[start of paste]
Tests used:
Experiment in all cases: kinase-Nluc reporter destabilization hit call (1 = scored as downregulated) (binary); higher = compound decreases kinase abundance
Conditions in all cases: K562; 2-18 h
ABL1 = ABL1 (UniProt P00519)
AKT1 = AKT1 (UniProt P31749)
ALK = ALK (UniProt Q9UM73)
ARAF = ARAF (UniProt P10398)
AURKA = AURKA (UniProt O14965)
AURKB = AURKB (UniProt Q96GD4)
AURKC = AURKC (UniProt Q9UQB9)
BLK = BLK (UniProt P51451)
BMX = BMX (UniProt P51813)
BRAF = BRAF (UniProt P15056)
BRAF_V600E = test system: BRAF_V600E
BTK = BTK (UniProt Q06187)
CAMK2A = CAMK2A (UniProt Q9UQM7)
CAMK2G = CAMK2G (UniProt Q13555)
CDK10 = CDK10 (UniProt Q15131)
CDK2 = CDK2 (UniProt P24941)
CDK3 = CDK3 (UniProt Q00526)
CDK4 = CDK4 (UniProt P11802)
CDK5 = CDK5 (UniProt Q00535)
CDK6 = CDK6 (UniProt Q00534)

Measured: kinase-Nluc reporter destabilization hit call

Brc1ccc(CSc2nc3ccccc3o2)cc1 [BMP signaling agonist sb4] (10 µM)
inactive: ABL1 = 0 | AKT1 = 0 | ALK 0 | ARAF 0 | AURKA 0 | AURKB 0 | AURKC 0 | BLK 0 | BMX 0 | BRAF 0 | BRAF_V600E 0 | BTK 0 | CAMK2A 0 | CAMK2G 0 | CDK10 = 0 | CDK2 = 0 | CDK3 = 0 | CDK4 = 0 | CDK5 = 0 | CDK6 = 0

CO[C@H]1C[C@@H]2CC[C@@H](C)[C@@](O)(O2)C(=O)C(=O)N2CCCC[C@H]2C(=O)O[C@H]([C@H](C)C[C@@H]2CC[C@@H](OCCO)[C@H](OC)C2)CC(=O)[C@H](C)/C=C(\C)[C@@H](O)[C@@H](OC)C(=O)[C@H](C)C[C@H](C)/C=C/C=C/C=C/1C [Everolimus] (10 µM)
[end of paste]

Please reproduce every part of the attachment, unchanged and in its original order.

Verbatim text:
Tests used:
Experiment in all cases: kinase-Nluc reporter destabilization hit call (1 = scored as downregulated) (binary); higher = compound decreases kinase abundance
Conditions in all cases: K562; 2-18 h
ABL1 = ABL1 (UniProt P00519)
AKT1 = AKT1 (UniProt P31749)
ALK = ALK (UniProt Q9UM73)
ARAF = ARAF (UniProt P10398)
AURKA = AURKA (UniProt O14965)
AURKB = AURKB (UniProt Q96GD4)
AURKC = AURKC (UniProt Q9UQB9)
BLK = BLK (UniProt P51451)
BMX = BMX (UniProt P51813)
BRAF = BRAF (UniProt P15056)
BRAF_V600E = test system: BRAF_V600E
BTK = BTK (UniProt Q06187)
CAMK2A = CAMK2A (UniProt Q9UQM7)
CAMK2G = CAMK2G (UniProt Q13555)
CDK10 = CDK10 (UniProt Q15131)
CDK2 = CDK2 (UniProt P24941)
CDK3 = CDK3 (UniProt Q00526)
CDK4 = CDK4 (UniProt P11802)
CDK5 = CDK5 (UniProt Q00535)
CDK6 = CDK6 (UniProt Q00534)

Measured: kinase-Nluc reporter destabilization hit call

Brc1ccc(CSc2nc3ccccc3o2)cc1 [BMP signaling agonist sb4] (10 µM)
inactive: ABL1 = 0 | AKT1 = 0 | ALK 0 | ARAF 0 | AURKA 0 | AURKB 0 | AURKC 0 | BLK 0 | BMX 0 | BRAF 0 | BRAF_V600E 0 | BTK 0 | CAMK2A 0 | CAMK2G 0 | CDK10 = 0 | CDK2 = 0 | CDK3 = 0 | CDK4 = 0 | CDK5 = 0 | CDK6 = 0

CO[C@H]1C[C@@H]2CC[C@@H](C)[C@@](O)(O2)C(=O)C(=O)N2CCCC[C@H]2C(=O)O[C@H]([C@H](C)C[C@@H]2CC[C@@H](OCCO)[C@H](OC)C2)CC(=O)[C@H](C)/C=C(\C)[C@@H](O)[C@@H](OC)C(=O)[C@H](C)C[C@H](C)/C=C/C=C/C=C/1C [Everolimus] (10 µM)